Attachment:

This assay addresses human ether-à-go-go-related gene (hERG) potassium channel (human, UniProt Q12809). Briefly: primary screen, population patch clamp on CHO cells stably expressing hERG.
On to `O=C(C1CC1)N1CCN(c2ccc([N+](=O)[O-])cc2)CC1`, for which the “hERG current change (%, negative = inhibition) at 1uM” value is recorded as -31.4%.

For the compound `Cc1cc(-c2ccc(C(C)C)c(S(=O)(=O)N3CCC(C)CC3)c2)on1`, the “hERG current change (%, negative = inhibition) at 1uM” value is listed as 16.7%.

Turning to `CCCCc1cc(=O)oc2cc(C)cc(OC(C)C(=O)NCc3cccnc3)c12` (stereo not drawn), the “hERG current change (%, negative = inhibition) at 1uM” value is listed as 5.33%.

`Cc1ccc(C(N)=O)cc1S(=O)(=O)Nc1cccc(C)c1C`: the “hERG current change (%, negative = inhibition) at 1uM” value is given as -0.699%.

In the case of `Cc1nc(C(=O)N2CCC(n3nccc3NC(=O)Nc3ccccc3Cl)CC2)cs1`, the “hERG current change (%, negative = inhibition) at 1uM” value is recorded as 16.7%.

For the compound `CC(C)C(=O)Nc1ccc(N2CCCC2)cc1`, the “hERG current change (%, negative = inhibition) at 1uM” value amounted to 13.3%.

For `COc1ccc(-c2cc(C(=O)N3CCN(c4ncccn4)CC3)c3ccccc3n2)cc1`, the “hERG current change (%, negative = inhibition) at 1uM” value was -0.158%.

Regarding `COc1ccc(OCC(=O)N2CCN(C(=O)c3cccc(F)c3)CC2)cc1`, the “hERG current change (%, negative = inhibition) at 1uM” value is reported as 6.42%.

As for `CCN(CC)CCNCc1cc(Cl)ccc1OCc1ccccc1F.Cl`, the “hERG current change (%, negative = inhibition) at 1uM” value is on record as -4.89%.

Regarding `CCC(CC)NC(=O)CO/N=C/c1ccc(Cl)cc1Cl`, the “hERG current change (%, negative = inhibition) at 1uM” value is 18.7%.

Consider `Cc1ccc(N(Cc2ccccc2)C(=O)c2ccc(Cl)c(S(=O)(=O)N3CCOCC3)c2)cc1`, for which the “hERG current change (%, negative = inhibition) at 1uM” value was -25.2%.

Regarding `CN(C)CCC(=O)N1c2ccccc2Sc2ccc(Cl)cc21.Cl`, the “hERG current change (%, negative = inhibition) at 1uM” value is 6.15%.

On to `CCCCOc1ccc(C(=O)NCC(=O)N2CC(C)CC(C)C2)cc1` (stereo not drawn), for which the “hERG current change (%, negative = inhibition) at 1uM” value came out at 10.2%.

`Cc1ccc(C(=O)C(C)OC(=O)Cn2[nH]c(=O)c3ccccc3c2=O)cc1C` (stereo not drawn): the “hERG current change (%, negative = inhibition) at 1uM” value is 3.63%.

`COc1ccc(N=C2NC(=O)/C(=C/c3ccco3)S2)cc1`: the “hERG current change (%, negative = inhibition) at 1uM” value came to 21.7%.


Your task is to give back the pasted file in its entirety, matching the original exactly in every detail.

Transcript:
This assay addresses human ether-à-go-go-related gene (hERG) potassium channel (human, UniProt Q12809). Briefly: primary screen, population patch clamp on CHO cells stably expressing hERG.
On to `O=C(C1CC1)N1CCN(c2ccc([N+](=O)[O-])cc2)CC1`, for which the “hERG current change (%, negative = inhibition) at 1uM” value is recorded as -31.4%.

For the compound `Cc1cc(-c2ccc(C(C)C)c(S(=O)(=O)N3CCC(C)CC3)c2)on1`, the “hERG current change (%, negative = inhibition) at 1uM” value is listed as 16.7%.

Turning to `CCCCc1cc(=O)oc2cc(C)cc(OC(C)C(=O)NCc3cccnc3)c12` (stereo not drawn), the “hERG current change (%, negative = inhibition) at 1uM” value is listed as 5.33%.

`Cc1ccc(C(N)=O)cc1S(=O)(=O)Nc1cccc(C)c1C`: the “hERG current change (%, negative = inhibition) at 1uM” value is given as -0.699%.

In the case of `Cc1nc(C(=O)N2CCC(n3nccc3NC(=O)Nc3ccccc3Cl)CC2)cs1`, the “hERG current change (%, negative = inhibition) at 1uM” value is recorded as 16.7%.

For the compound `CC(C)C(=O)Nc1ccc(N2CCCC2)cc1`, the “hERG current change (%, negative = inhibition) at 1uM” value amounted to 13.3%.

For `COc1ccc(-c2cc(C(=O)N3CCN(c4ncccn4)CC3)c3ccccc3n2)cc1`, the “hERG current change (%, negative = inhibition) at 1uM” value was -0.158%.

Regarding `COc1ccc(OCC(=O)N2CCN(C(=O)c3cccc(F)c3)CC2)cc1`, the “hERG current change (%, negative = inhibition) at 1uM” value is reported as 6.42%.

As for `CCN(CC)CCNCc1cc(Cl)ccc1OCc1ccccc1F.Cl`, the “hERG current change (%, negative = inhibition) at 1uM” value is on record as -4.89%.

Regarding `CCC(CC)NC(=O)CO/N=C/c1ccc(Cl)cc1Cl`, the “hERG current change (%, negative = inhibition) at 1uM” value is 18.7%.

Consider `Cc1ccc(N(Cc2ccccc2)C(=O)c2ccc(Cl)c(S(=O)(=O)N3CCOCC3)c2)cc1`, for which the “hERG current change (%, negative = inhibition) at 1uM” value was -25.2%.

Regarding `CN(C)CCC(=O)N1c2ccccc2Sc2ccc(Cl)cc21.Cl`, the “hERG current change (%, negative = inhibition) at 1uM” value is 6.15%.

On to `CCCCOc1ccc(C(=O)NCC(=O)N2CC(C)CC(C)C2)cc1` (stereo not drawn), for which the “hERG current change (%, negative = inhibition) at 1uM” value came out at 10.2%.

`Cc1ccc(C(=O)C(C)OC(=O)Cn2[nH]c(=O)c3ccccc3c2=O)cc1C` (stereo not drawn): the “hERG current change (%, negative = inhibition) at 1uM” value is 3.63%.

`COc1ccc(N=C2NC(=O)/C(=C/c3ccco3)S2)cc1`: the “hERG current change (%, negative = inhibition) at 1uM” value came to 21.7%.